I recently went to my endocrinologist and she was more than pleased to see my A1C was 6.3. However, I wasn't because I've been suffering from an immense amount of lows. The A1C reading has been coming up more often than not recently, and as it turns out, everyone is happy about this reading! I went to a normal physician regarding a bump on my leg that luckily turned out to be fine but when asked what my sugars were usually, I told him I've had low sugars around the low 60's to mid 70's and he seemed pleased and said I was doing well.

Understandably, everyone's body is different so I don't expect that everyone feels this way about a sugar being in the 70 range but if I have a sugar that is around that number, that means that if I don't eat something, my sugar is going to drop. What's more, I feel sluggish and weak when my sugar is that low. It may not be in the 40 range but I still feel terrible at the low.

When I was first diagnosed 12 years ago, the 8 range was perfect for the A1C. I don't understand why that's high now. I'd rather not develop hypoglycemia because I'm trying to achieve a 6.3 A1C every time I go to my doctor.

Is there something I'm not quite understanding about these readings? A person without diabetes should have a sugar of around 90-120 so why should we have to have a sugar around 70 to be healthy? That just seems so dangerous.

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Comment by Randy on January 10, 2012 at 1:32pm

Your A1c is an average. I was dx'd at 12.3 last October. Started insulin in late November and to my surprise had an A1c of 5.6 in February. I knew this was not good because I was still in the 200 plus range for most of December. Still everyone was thrilled with my A1c. I finally figured out a low carb diet is best for me. I eat about 100 per day (not a sacred number, just a target) and test 6-10 times per day. I eat so I can take as little insulin as possible. Normally I run between 90 and 120, but quite often am in the 70's which is the low end of okay. It is rare for me to get below 70 or above 140, but it does happen. It has taken a lot of trial and error and testing to be at this level. But, my vision is improving and my p/n is as well. My goal has been to have a bg as close to normal as I safely can. My average A1c for the last 12 months is 5.5 and I want to keep it there or better. I have complications enough from ignoring my symptoms for way too long. Now that I know what is happening I can't afford to ignore my D reality again.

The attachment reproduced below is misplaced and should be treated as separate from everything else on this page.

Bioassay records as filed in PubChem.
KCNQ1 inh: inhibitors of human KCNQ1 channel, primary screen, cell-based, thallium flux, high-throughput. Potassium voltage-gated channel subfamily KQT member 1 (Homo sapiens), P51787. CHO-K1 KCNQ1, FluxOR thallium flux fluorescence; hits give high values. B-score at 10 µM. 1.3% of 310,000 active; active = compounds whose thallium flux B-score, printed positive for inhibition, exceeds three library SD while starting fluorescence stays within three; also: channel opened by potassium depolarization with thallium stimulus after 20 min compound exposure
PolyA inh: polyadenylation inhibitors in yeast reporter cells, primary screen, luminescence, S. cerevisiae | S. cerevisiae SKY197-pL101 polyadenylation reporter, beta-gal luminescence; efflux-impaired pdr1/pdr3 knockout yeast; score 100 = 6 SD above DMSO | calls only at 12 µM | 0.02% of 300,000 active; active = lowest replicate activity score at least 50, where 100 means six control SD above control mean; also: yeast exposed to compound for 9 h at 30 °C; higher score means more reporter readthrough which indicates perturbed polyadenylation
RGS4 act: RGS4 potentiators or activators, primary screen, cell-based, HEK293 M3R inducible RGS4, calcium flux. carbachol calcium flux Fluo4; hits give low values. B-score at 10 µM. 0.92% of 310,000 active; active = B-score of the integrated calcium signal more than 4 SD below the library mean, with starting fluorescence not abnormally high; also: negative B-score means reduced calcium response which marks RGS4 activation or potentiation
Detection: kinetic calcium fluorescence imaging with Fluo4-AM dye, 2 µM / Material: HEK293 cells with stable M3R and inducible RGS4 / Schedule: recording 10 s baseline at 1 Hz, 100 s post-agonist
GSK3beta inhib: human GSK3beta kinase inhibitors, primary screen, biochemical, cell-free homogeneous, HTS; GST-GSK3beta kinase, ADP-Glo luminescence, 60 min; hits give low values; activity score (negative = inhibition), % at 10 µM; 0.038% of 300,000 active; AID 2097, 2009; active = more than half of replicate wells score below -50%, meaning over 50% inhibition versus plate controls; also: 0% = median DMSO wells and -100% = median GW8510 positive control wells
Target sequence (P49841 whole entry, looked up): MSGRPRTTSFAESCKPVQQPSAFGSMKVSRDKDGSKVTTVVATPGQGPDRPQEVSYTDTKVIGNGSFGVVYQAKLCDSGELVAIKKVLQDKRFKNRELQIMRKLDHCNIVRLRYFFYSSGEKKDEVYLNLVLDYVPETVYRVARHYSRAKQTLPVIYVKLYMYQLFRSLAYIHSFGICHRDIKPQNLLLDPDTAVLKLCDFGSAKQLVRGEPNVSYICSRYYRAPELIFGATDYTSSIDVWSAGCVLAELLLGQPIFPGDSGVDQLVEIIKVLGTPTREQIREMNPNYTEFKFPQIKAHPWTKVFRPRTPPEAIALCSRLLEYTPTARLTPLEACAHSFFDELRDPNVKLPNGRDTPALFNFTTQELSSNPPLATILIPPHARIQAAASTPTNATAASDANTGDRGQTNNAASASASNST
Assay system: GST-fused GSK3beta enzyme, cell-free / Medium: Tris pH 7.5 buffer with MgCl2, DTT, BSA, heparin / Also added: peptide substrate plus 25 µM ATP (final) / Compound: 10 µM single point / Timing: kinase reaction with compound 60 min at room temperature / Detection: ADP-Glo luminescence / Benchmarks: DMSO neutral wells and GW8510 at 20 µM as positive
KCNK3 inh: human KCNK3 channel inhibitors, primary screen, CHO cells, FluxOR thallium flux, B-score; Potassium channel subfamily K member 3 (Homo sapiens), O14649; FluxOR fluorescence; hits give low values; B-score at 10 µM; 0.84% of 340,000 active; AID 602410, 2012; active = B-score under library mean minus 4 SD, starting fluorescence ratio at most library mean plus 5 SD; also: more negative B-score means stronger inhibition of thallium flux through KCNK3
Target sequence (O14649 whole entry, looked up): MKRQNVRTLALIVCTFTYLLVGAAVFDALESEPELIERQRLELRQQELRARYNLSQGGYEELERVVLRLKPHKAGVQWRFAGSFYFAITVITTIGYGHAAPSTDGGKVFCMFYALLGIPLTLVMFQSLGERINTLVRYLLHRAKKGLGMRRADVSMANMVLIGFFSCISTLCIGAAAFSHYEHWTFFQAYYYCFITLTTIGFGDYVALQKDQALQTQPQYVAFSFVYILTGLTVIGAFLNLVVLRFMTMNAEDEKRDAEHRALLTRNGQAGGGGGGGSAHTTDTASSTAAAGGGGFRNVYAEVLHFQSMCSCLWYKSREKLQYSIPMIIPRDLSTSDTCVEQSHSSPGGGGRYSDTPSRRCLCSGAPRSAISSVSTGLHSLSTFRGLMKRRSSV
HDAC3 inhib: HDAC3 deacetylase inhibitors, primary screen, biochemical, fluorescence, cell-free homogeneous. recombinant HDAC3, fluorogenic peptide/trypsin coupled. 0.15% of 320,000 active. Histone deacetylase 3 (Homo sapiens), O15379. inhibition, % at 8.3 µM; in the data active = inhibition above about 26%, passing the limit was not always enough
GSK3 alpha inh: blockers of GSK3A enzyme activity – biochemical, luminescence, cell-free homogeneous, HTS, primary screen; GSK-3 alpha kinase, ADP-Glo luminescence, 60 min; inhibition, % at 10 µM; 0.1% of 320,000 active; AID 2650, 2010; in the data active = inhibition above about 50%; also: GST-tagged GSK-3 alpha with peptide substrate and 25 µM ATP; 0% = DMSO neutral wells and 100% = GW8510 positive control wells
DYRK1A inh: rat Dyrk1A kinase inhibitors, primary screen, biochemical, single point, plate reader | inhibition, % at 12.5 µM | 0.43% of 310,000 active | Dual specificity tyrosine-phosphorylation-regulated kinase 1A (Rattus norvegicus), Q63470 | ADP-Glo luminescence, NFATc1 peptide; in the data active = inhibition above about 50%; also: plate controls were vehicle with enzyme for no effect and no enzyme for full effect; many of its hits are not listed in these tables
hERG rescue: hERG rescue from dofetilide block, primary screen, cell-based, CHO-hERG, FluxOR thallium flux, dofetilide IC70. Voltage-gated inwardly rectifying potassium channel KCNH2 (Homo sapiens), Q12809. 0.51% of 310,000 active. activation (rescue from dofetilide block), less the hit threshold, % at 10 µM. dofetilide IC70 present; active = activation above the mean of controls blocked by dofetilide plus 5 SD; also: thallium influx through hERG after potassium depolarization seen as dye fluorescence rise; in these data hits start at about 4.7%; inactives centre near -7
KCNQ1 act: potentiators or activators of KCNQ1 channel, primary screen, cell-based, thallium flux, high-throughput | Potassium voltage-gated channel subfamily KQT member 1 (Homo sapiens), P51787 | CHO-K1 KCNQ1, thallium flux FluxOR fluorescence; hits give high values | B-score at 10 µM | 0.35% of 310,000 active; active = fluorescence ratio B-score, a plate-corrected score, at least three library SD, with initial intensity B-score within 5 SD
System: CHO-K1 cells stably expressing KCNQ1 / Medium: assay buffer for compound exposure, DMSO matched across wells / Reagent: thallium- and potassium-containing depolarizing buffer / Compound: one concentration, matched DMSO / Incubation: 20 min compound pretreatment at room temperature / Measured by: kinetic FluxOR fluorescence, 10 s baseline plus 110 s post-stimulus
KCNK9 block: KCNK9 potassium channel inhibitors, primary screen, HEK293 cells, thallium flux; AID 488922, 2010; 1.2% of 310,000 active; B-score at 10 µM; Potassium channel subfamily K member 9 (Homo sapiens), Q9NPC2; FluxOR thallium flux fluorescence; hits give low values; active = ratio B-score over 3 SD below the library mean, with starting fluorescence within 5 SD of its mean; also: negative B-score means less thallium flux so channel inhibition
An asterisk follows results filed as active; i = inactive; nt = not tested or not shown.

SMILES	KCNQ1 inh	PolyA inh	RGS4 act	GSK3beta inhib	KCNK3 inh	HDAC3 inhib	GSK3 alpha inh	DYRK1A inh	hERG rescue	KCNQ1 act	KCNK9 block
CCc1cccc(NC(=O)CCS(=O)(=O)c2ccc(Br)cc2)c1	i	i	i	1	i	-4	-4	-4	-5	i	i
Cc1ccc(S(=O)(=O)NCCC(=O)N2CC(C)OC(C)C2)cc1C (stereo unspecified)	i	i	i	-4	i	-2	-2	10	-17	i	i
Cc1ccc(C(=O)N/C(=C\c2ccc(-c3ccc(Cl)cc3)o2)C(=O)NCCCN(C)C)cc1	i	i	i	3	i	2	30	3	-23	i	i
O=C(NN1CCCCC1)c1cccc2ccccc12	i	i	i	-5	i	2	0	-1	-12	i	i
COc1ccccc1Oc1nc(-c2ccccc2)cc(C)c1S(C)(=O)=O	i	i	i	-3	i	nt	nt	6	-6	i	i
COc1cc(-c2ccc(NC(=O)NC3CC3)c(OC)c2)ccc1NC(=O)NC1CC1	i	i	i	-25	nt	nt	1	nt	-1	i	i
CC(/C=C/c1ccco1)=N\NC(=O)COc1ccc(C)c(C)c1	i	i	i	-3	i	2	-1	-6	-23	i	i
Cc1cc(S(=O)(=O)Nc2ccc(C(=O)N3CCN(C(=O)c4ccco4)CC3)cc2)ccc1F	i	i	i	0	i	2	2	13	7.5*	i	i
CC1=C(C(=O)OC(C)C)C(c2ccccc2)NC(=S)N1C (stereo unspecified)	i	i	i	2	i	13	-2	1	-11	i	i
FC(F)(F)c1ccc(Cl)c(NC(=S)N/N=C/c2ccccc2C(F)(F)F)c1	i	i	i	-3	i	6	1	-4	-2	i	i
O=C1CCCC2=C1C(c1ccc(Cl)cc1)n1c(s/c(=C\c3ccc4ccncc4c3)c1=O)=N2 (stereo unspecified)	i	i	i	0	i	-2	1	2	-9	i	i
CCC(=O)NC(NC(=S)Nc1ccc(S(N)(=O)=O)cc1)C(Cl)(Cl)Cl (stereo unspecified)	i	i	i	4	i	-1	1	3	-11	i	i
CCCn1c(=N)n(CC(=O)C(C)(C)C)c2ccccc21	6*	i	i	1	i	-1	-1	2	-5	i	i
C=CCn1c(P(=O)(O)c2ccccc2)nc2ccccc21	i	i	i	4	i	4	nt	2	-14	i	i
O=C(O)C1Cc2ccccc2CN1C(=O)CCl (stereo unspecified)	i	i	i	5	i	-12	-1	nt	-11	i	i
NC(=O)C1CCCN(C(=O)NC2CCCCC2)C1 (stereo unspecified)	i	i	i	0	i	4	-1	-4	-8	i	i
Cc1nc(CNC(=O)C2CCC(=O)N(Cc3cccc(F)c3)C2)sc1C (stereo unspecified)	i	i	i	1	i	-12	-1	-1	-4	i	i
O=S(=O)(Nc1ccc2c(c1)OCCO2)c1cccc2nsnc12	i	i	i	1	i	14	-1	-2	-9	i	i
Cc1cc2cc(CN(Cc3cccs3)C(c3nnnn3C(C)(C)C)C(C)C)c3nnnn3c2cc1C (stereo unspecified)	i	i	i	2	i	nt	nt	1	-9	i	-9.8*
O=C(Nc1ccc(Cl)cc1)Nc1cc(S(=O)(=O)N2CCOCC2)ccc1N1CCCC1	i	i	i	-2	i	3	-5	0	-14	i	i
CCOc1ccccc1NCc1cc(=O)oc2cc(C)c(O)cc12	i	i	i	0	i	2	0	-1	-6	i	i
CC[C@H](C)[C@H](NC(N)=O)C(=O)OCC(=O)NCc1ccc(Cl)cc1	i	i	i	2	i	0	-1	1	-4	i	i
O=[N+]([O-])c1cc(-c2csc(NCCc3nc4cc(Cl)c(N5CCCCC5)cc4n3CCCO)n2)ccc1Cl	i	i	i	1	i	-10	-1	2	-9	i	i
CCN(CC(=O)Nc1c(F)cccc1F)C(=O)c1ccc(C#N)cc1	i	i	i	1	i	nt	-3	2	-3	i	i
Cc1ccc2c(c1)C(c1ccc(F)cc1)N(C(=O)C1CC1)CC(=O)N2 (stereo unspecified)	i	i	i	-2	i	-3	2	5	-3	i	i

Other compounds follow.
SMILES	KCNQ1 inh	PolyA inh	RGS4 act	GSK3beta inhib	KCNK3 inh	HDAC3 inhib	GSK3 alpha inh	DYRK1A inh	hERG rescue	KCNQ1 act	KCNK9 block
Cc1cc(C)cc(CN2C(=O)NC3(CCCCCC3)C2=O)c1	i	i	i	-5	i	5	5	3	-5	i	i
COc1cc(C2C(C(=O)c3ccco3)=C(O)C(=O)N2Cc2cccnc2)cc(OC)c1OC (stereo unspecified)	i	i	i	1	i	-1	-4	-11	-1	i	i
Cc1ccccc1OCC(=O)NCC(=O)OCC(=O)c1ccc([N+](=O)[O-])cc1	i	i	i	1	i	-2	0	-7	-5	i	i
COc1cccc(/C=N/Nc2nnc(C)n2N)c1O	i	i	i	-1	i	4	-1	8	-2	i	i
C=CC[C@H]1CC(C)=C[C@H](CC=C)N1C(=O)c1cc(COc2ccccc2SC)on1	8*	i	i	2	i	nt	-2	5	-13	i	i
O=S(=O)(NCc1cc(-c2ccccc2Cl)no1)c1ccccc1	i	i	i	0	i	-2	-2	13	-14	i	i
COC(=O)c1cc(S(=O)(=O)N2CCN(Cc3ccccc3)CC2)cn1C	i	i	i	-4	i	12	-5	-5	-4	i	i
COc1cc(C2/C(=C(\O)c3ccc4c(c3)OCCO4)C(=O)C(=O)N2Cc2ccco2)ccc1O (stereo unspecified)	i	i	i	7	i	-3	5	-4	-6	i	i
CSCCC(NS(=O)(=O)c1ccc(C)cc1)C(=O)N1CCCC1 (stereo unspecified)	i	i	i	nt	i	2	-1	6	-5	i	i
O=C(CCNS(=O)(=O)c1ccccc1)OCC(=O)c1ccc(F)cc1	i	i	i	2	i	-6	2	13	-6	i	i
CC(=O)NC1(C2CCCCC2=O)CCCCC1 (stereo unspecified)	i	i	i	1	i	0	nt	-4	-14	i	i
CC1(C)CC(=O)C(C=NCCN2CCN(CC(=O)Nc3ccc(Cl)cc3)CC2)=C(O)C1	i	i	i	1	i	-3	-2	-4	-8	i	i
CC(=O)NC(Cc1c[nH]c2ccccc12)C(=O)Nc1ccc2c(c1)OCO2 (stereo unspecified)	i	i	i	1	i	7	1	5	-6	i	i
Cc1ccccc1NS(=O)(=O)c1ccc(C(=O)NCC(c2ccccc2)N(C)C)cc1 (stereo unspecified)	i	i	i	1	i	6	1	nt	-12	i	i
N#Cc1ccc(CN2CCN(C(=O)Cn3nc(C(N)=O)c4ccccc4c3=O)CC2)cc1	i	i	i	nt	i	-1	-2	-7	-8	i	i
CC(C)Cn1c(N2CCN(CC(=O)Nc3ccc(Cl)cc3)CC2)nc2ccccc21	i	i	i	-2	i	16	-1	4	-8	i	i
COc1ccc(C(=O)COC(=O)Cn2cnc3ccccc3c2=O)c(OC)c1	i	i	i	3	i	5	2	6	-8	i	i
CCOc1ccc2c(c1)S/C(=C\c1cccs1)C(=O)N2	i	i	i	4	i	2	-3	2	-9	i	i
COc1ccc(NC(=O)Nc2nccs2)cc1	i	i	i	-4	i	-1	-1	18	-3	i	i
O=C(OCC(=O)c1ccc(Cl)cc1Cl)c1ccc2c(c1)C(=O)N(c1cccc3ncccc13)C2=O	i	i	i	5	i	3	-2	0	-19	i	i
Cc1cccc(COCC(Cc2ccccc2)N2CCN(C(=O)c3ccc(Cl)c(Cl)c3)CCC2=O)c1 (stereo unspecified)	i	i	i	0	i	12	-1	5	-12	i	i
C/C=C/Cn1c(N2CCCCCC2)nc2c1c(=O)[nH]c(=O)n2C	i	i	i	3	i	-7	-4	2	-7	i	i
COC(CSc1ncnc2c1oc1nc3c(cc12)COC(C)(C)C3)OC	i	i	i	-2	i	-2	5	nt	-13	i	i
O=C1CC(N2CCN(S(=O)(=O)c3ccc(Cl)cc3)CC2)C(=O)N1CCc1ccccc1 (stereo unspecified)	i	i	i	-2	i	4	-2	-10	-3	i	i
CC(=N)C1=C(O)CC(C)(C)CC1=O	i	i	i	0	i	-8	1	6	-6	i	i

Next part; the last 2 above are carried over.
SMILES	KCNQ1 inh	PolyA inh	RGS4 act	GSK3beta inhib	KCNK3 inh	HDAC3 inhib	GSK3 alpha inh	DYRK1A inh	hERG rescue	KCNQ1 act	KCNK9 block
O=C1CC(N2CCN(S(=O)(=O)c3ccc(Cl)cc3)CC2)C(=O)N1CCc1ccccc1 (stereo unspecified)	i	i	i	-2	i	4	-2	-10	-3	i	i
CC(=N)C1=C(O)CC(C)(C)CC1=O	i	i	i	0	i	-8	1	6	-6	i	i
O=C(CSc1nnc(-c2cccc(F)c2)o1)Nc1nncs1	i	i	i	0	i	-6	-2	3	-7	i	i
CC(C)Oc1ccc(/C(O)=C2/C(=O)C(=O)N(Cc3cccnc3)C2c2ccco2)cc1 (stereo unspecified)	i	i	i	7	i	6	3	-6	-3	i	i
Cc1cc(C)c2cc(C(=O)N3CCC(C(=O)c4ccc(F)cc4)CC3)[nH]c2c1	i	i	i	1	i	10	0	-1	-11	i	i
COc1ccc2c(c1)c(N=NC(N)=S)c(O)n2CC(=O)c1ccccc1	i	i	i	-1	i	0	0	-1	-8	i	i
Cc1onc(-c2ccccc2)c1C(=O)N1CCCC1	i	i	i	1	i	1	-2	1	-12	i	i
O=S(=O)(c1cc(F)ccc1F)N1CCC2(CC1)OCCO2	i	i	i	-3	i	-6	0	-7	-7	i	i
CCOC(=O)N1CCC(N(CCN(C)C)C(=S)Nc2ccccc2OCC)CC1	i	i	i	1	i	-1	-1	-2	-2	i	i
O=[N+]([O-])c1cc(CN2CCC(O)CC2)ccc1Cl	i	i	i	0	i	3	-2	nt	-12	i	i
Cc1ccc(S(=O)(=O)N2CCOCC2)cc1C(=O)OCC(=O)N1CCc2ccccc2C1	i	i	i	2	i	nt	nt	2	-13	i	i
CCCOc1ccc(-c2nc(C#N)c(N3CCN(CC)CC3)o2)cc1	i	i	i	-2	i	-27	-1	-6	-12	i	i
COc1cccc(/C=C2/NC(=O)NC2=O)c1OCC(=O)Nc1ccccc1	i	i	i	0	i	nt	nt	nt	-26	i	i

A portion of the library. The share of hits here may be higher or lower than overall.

We all are different and this is my A1c story, but you are right that trying for numbers below 90 is not the best plan. Just understand that you A1c is only part of the picture. You really need to know what your numbers are that make up that average. Do everything you can to keep yourself as close to normal as possible.

Comment by Randy on January 10, 2012 at 1:41pm

Sorry if I rambled a bit. Just took my reading and was 56. Guess I miscalculated my last snack!

Comment by Shell Smitty on January 10, 2012 at 1:57pm

No rambling! What you said was quite helpful. It would be wonderful if the A1C was all we had to worry about but it's just one of many.

Comment by Shell Smitty on January 10, 2012 at 1:57pm

And I hope you're okay now!

Comment by Randy on January 10, 2012 at 2:30pm

All okay. Three glucose tabs and an early lunch. Might need to pick something up for the drive home though.


Comment by acidrock23 on January 10, 2012 at 7:33pm

8.0 that you mention as being "ok" a couple of year ago isn't good b/c it represents an "average' BG higher than normal,. There's a bunch of different charts out there and, well, I'm not a doctor but this onej suggests http://healthy-ojas.com/diabetes/a1c-glucose-chart.html. that an 8.0 is around 207 "average" which is not "normal". "Normal" people w/o diabetes run in the 80s so the "software" (brain) and "hardware" body can work pretty well in the 70s and 80s. If you get used to running higher, it can be uncomfortable to run lower however one can also get used to it if one pushes to stay at a lower level. Randy is also spot on about less carbs being a good way to get there. Less carbs will equal less insulin that leads to less up and down BG levels.

Comment by Melitta on January 10, 2012 at 9:12pm

Hi Chelly: I think that it is important to find a balance. If you achieved an A1c of 6.3 with too many lows, that simply is not good for your life. My suggestion, follow the guidance of the Behavioral Diabetes Institute in San Diego, which is (1) achieve the best blood sugars possible, (2) avoid lows, and (3) live your life. Randy is right, following lower carb (doesn't have to be low carb, but just lower carb) really makes a difference. Best of luck!

Comment by Gerri on January 11, 2012 at 2:25am

Fortunate for us that what's considered an acceptable A1c has come down over the years. Consensus is that BG over 140 causes damage & damage is cumulative. Normal BG is in the 80's. While non-diabetics go higher, their BG goes back to normal quickly. If only we were that lucky & it didn't take hours to correct highs.

When low, I'm immediately sleepy & fight to keep my eyes open. Feel like the blood has been drained from my body & I'm in slow motion. I don't feel terrible below 70 unless it's a fast drop.

Comment by Shell Smitty on January 11, 2012 at 10:31am

Thanks for all the advice and information! Definitely helped in my quest to discover what works and what doesn't work for me :)

Comment by acidrock23 on January 11, 2012 at 6:49pm

Quest is a good word for it!


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